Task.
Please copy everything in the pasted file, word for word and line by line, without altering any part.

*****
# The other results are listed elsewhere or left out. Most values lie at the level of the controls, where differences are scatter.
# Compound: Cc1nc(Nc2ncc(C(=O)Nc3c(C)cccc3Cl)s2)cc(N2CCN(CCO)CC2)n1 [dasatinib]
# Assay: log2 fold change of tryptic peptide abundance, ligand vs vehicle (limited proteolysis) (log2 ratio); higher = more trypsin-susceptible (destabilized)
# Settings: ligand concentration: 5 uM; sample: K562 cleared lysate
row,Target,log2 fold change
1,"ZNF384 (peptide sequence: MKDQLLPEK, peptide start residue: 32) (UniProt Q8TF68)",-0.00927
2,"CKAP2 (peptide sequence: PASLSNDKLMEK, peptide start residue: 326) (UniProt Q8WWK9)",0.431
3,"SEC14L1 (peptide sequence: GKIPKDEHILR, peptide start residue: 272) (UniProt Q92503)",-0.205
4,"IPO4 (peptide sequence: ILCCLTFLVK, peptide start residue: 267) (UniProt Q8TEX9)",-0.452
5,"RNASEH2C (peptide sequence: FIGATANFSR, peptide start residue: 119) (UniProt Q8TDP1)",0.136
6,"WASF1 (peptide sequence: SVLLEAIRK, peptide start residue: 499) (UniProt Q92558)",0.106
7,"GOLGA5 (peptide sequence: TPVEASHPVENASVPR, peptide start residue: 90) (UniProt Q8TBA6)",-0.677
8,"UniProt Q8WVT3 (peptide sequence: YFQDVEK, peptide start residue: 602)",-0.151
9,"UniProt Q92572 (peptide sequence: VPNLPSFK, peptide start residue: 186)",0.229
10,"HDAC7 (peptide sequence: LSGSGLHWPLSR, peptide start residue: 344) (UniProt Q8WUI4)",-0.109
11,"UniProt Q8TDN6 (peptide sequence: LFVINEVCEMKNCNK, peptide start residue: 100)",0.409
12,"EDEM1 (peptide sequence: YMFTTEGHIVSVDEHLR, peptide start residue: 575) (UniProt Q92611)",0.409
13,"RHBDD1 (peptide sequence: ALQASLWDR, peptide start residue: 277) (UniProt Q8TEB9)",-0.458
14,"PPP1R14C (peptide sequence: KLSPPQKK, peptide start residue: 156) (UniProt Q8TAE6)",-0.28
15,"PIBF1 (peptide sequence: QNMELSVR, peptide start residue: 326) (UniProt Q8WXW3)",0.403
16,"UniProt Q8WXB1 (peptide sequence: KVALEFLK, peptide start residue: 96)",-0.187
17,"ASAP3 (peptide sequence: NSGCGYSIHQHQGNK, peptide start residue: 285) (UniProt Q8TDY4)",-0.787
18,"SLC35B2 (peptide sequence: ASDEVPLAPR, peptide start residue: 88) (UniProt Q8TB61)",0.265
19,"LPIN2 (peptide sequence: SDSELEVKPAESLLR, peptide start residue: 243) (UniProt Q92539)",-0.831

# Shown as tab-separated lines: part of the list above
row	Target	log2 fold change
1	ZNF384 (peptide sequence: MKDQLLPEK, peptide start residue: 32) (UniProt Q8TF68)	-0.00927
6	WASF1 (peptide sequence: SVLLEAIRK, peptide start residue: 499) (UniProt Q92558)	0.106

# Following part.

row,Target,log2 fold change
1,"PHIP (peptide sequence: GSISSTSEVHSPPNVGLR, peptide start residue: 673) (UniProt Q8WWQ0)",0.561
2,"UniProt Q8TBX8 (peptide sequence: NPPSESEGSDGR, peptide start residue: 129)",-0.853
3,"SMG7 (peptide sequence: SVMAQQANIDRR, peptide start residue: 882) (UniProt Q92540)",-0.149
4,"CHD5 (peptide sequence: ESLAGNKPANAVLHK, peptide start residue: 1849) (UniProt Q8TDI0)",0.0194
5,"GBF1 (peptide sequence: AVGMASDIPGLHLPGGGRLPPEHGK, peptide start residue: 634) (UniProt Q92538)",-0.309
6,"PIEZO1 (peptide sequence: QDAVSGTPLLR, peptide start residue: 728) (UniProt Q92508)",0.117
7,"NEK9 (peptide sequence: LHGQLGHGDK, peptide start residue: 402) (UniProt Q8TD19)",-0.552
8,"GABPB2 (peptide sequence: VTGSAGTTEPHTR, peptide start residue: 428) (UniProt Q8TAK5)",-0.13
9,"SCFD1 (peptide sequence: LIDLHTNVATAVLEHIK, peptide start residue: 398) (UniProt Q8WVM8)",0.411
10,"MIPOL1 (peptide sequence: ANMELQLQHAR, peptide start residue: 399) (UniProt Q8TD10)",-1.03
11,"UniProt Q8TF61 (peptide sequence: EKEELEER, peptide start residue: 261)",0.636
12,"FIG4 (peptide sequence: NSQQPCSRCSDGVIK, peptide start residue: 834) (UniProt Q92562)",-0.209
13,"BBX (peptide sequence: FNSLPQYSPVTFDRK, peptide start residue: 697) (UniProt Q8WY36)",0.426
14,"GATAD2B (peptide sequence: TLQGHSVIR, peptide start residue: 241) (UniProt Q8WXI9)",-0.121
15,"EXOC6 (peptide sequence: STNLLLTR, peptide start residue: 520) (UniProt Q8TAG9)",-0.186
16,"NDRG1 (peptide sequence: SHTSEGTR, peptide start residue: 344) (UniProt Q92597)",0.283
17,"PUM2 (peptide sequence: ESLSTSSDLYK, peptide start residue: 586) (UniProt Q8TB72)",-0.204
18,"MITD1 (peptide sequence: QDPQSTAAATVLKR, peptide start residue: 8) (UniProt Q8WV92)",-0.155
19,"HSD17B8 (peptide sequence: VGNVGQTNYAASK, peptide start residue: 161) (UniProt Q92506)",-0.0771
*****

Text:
# The other results are listed elsewhere or left out. Most values lie at the level of the controls, where differences are scatter.
# Compound: Cc1nc(Nc2ncc(C(=O)Nc3c(C)cccc3Cl)s2)cc(N2CCN(CCO)CC2)n1 [dasatinib]
# Assay: log2 fold change of tryptic peptide abundance, ligand vs vehicle (limited proteolysis) (log2 ratio); higher = more trypsin-susceptible (destabilized)
# Settings: ligand concentration: 5 uM; sample: K562 cleared lysate
row,Target,log2 fold change
1,"ZNF384 (peptide sequence: MKDQLLPEK, peptide start residue: 32) (UniProt Q8TF68)",-0.00927
2,"CKAP2 (peptide sequence: PASLSNDKLMEK, peptide start residue: 326) (UniProt Q8WWK9)",0.431
3,"SEC14L1 (peptide sequence: GKIPKDEHILR, peptide start residue: 272) (UniProt Q92503)",-0.205
4,"IPO4 (peptide sequence: ILCCLTFLVK, peptide start residue: 267) (UniProt Q8TEX9)",-0.452
5,"RNASEH2C (peptide sequence: FIGATANFSR, peptide start residue: 119) (UniProt Q8TDP1)",0.136
6,"WASF1 (peptide sequence: SVLLEAIRK, peptide start residue: 499) (UniProt Q92558)",0.106
7,"GOLGA5 (peptide sequence: TPVEASHPVENASVPR, peptide start residue: 90) (UniProt Q8TBA6)",-0.677
8,"UniProt Q8WVT3 (peptide sequence: YFQDVEK, peptide start residue: 602)",-0.151
9,"UniProt Q92572 (peptide sequence: VPNLPSFK, peptide start residue: 186)",0.229
10,"HDAC7 (peptide sequence: LSGSGLHWPLSR, peptide start residue: 344) (UniProt Q8WUI4)",-0.109
11,"UniProt Q8TDN6 (peptide sequence: LFVINEVCEMKNCNK, peptide start residue: 100)",0.409
12,"EDEM1 (peptide sequence: YMFTTEGHIVSVDEHLR, peptide start residue: 575) (UniProt Q92611)",0.409
13,"RHBDD1 (peptide sequence: ALQASLWDR, peptide start residue: 277) (UniProt Q8TEB9)",-0.458
14,"PPP1R14C (peptide sequence: KLSPPQKK, peptide start residue: 156) (UniProt Q8TAE6)",-0.28
15,"PIBF1 (peptide sequence: QNMELSVR, peptide start residue: 326) (UniProt Q8WXW3)",0.403
16,"UniProt Q8WXB1 (peptide sequence: KVALEFLK, peptide start residue: 96)",-0.187
17,"ASAP3 (peptide sequence: NSGCGYSIHQHQGNK, peptide start residue: 285) (UniProt Q8TDY4)",-0.787
18,"SLC35B2 (peptide sequence: ASDEVPLAPR, peptide start residue: 88) (UniProt Q8TB61)",0.265
19,"LPIN2 (peptide sequence: SDSELEVKPAESLLR, peptide start residue: 243) (UniProt Q92539)",-0.831

# Shown as tab-separated lines: part of the list above
row	Target	log2 fold change
1	ZNF384 (peptide sequence: MKDQLLPEK, peptide start residue: 32) (UniProt Q8TF68)	-0.00927
6	WASF1 (peptide sequence: SVLLEAIRK, peptide start residue: 499) (UniProt Q92558)	0.106

# Following part.

row,Target,log2 fold change
1,"PHIP (peptide sequence: GSISSTSEVHSPPNVGLR, peptide start residue: 673) (UniProt Q8WWQ0)",0.561
2,"UniProt Q8TBX8 (peptide sequence: NPPSESEGSDGR, peptide start residue: 129)",-0.853
3,"SMG7 (peptide sequence: SVMAQQANIDRR, peptide start residue: 882) (UniProt Q92540)",-0.149
4,"CHD5 (peptide sequence: ESLAGNKPANAVLHK, peptide start residue: 1849) (UniProt Q8TDI0)",0.0194
5,"GBF1 (peptide sequence: AVGMASDIPGLHLPGGGRLPPEHGK, peptide start residue: 634) (UniProt Q92538)",-0.309
6,"PIEZO1 (peptide sequence: QDAVSGTPLLR, peptide start residue: 728) (UniProt Q92508)",0.117
7,"NEK9 (peptide sequence: LHGQLGHGDK, peptide start residue: 402) (UniProt Q8TD19)",-0.552
8,"GABPB2 (peptide sequence: VTGSAGTTEPHTR, peptide start residue: 428) (UniProt Q8TAK5)",-0.13
9,"SCFD1 (peptide sequence: LIDLHTNVATAVLEHIK, peptide start residue: 398) (UniProt Q8WVM8)",0.411
10,"MIPOL1 (peptide sequence: ANMELQLQHAR, peptide start residue: 399) (UniProt Q8TD10)",-1.03
11,"UniProt Q8TF61 (peptide sequence: EKEELEER, peptide start residue: 261)",0.636
12,"FIG4 (peptide sequence: NSQQPCSRCSDGVIK, peptide start residue: 834) (UniProt Q92562)",-0.209
13,"BBX (peptide sequence: FNSLPQYSPVTFDRK, peptide start residue: 697) (UniProt Q8WY36)",0.426
14,"GATAD2B (peptide sequence: TLQGHSVIR, peptide start residue: 241) (UniProt Q8WXI9)",-0.121
15,"EXOC6 (peptide sequence: STNLLLTR, peptide start residue: 520) (UniProt Q8TAG9)",-0.186
16,"NDRG1 (peptide sequence: SHTSEGTR, peptide start residue: 344) (UniProt Q92597)",0.283
17,"PUM2 (peptide sequence: ESLSTSSDLYK, peptide start residue: 586) (UniProt Q8TB72)",-0.204
18,"MITD1 (peptide sequence: QDPQSTAAATVLKR, peptide start residue: 8) (UniProt Q8WV92)",-0.155
19,"HSD17B8 (peptide sequence: VGNVGQTNYAASK, peptide start residue: 161) (UniProt Q92506)",-0.0771